As I write this, a pixelated little goose is dragging a bad meme onto my desktop and tracking mud all over my Google doc. The screen is cluttered with
As I write this, a pixelated little goose is dragging a bad meme onto my desktop and tracking mud all over my Google doc. The screen is cluttered with terrible cartoons, including one of the goose smoking a pipe while floating smugly in a pond. When I pushed the period key at the end of that last sentence, the goose lunged for my idle mouse and dragged it off-screen against my will. It will not stop honking.
“am goose hjonk,” it writes in a pop-up window titled “Goose ‘Not-epad.’”
If you’re a member of the goose gang—that is, anyone who’s played the viral videogame Untitled Goose Game—you probably have a love-hate relationship with that mischievous and fowl namesake. Released September 20, the puzzle stealth game follows a very bad goose on its senseless mission to terrorize unsuspecting English gardeners and townsfolk. Four months later, an independent developer has set a new goose loose on home desktops with a Windows extension titled Desktop Goose.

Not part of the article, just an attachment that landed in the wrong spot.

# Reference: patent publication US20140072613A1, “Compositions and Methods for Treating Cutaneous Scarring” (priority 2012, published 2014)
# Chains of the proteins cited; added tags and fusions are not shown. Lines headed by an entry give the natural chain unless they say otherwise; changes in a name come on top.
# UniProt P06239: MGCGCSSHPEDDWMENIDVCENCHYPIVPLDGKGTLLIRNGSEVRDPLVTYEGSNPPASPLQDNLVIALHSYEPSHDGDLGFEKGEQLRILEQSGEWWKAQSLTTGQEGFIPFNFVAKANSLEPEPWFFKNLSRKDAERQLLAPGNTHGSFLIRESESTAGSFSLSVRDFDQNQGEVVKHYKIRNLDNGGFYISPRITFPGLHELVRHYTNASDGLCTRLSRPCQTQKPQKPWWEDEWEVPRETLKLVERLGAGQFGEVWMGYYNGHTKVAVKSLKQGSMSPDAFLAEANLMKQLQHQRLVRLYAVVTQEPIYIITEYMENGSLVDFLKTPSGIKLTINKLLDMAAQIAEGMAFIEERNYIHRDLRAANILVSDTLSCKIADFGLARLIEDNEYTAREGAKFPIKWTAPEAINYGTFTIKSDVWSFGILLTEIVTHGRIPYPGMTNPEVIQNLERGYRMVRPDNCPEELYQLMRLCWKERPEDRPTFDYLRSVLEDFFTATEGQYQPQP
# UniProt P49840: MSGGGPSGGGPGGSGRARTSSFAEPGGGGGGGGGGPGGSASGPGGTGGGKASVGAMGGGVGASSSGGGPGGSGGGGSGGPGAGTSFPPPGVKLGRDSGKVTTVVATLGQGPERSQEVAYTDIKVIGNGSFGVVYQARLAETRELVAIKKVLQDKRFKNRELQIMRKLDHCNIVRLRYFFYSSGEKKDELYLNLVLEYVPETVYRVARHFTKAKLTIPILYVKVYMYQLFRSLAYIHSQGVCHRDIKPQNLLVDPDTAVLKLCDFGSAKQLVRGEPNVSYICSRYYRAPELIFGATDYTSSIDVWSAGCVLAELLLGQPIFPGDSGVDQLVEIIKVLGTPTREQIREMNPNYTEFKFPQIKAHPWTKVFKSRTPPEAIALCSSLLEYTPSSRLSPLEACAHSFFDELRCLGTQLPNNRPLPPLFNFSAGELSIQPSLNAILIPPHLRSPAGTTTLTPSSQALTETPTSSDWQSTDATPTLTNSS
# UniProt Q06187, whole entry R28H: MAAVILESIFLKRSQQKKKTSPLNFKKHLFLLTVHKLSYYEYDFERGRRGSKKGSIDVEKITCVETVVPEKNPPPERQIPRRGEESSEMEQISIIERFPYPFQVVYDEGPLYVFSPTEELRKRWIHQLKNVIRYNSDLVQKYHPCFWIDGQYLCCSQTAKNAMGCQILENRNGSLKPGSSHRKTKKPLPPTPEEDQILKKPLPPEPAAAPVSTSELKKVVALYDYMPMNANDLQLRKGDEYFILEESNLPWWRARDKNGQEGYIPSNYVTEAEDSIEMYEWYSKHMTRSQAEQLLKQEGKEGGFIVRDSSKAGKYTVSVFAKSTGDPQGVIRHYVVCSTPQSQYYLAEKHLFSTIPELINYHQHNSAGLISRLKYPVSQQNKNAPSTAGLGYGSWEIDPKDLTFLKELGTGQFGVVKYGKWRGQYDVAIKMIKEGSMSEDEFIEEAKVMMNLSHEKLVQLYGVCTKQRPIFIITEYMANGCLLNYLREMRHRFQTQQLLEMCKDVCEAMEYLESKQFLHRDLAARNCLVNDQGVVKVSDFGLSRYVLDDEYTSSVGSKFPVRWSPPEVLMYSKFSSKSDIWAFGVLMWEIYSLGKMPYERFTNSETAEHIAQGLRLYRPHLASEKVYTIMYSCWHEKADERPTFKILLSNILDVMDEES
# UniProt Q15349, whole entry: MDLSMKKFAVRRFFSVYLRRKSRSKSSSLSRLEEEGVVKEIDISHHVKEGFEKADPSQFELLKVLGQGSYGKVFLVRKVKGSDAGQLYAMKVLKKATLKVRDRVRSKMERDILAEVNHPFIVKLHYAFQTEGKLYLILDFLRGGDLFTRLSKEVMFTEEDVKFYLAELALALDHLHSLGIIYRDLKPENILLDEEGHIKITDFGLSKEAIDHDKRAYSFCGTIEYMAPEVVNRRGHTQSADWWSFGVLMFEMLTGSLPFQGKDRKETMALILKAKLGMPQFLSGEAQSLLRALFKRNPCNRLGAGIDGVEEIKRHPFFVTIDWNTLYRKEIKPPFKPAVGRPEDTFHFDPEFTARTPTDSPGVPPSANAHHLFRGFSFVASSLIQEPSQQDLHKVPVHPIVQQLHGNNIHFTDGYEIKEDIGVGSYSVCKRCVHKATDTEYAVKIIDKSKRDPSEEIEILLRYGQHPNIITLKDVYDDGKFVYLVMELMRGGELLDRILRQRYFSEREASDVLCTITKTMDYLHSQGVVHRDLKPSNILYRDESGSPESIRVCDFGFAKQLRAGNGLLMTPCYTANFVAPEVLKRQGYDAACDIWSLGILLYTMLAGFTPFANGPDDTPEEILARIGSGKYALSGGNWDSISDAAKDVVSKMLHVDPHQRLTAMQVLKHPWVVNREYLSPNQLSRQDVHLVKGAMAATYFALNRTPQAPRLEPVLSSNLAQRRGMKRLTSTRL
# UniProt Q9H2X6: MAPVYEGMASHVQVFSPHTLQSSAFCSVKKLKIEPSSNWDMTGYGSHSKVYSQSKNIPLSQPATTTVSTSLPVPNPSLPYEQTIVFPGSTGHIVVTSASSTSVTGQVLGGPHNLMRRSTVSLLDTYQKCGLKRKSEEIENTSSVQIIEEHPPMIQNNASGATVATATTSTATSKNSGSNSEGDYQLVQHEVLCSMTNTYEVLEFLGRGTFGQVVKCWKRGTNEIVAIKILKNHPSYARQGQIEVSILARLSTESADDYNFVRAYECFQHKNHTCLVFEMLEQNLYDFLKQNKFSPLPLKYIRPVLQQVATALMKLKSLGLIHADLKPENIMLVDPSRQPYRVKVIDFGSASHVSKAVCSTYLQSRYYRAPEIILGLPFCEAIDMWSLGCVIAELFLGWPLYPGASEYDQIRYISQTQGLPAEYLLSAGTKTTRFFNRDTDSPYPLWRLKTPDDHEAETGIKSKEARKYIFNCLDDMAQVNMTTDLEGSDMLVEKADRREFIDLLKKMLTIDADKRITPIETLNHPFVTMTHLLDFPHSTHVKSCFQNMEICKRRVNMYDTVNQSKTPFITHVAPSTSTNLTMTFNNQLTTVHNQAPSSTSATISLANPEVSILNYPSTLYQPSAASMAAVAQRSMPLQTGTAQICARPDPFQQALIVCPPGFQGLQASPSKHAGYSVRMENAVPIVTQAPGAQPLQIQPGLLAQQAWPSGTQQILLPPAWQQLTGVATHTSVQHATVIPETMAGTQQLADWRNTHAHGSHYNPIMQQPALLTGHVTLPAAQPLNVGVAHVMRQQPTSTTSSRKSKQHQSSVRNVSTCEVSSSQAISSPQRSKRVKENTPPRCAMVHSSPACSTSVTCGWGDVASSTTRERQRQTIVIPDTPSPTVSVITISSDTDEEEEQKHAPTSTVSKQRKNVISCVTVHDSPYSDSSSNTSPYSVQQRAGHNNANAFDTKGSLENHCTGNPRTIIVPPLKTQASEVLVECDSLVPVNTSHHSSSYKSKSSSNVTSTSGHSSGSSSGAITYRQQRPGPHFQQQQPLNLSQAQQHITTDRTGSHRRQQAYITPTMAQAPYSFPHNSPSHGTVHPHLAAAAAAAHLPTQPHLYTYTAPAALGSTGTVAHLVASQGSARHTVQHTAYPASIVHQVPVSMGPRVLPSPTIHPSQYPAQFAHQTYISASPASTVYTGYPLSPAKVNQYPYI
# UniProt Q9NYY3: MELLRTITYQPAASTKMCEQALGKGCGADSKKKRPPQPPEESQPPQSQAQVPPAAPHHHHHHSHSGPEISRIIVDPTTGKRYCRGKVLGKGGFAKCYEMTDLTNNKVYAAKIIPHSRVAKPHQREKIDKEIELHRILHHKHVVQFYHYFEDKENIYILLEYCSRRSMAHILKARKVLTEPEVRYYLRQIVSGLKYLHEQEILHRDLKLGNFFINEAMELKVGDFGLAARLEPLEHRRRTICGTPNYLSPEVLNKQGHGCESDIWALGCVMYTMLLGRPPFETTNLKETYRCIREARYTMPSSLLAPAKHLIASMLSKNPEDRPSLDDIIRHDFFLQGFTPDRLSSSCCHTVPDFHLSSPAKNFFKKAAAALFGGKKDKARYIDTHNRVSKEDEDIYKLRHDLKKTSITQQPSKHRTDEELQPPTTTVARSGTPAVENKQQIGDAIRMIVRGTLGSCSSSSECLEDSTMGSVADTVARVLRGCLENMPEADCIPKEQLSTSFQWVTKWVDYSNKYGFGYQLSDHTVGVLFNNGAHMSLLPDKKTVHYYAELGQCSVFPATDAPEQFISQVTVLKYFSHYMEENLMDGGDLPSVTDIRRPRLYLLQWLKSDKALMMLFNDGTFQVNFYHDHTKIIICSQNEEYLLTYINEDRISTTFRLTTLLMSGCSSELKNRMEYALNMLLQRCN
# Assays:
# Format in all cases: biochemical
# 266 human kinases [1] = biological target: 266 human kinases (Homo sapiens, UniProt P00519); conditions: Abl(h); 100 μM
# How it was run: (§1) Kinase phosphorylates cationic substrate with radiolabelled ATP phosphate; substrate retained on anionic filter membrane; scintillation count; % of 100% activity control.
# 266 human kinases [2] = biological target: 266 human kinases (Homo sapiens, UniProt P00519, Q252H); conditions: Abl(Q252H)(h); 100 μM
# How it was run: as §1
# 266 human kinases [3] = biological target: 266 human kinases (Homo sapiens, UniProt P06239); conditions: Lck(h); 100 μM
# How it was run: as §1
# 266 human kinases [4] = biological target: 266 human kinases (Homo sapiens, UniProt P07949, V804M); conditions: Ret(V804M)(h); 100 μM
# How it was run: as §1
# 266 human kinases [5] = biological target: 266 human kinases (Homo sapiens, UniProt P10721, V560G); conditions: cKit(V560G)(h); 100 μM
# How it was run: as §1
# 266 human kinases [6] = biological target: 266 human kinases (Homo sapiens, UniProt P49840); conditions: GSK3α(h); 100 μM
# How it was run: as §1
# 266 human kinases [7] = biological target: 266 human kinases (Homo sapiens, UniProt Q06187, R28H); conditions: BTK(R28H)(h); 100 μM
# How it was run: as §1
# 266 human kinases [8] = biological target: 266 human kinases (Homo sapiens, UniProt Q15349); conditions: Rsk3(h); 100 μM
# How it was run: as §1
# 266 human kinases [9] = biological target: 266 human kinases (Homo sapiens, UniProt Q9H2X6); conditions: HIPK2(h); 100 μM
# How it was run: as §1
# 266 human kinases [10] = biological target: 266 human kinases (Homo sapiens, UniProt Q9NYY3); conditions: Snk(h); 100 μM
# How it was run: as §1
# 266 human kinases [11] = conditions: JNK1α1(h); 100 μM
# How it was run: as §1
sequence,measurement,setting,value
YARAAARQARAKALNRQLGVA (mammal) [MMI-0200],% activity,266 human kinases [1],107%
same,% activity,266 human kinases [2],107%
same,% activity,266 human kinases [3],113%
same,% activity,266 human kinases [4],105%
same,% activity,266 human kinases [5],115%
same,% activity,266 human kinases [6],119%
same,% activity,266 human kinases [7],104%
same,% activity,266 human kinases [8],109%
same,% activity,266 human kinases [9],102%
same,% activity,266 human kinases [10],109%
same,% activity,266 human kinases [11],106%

“There’s something almost aspirational I find in the reserved anarchy of a goose,” says 18-year-old Desktop Goose developer Sam Chiet, who is not affiliated with Untitled Goose Game studio House House. “I heard someone call Untitled Goose Game a power fantasy for timid people, and that’s basically the best way to put it. I’m going to mildly inconvenience the crap out of you.”
There’s not much to getting started with Desktop Goose. Once unzipped, a piece of software launches that unleashes the goose onto your desktop. It’s not much of a hassle at first until you realize that each individual window it drags on-screen adds up to a totally un-Marie-Kondo-like atmosphere of clutter. You can also cancel out easily enough; just hold down escape, and your tormentor waddles off screen. Everything goes back to normal.
Chiet had spent several months thinking of interactive designs that he could pull off using just the Windows desktop. For inspiration, he reflected on the classics: freeware ’90s desktop managers Bonzi Buddy and Prody Parrot, and, of course, Clippy. (“Rest in peace,” says Chiet). The Goose, he realized, was a perfect fit. Its presence is small enough to let you momentarily focus on workday tasks, maybe even get something done, but obtrusive enough to jar you after just a few moments.
hard to type withh feet,” reads a window on my desktop.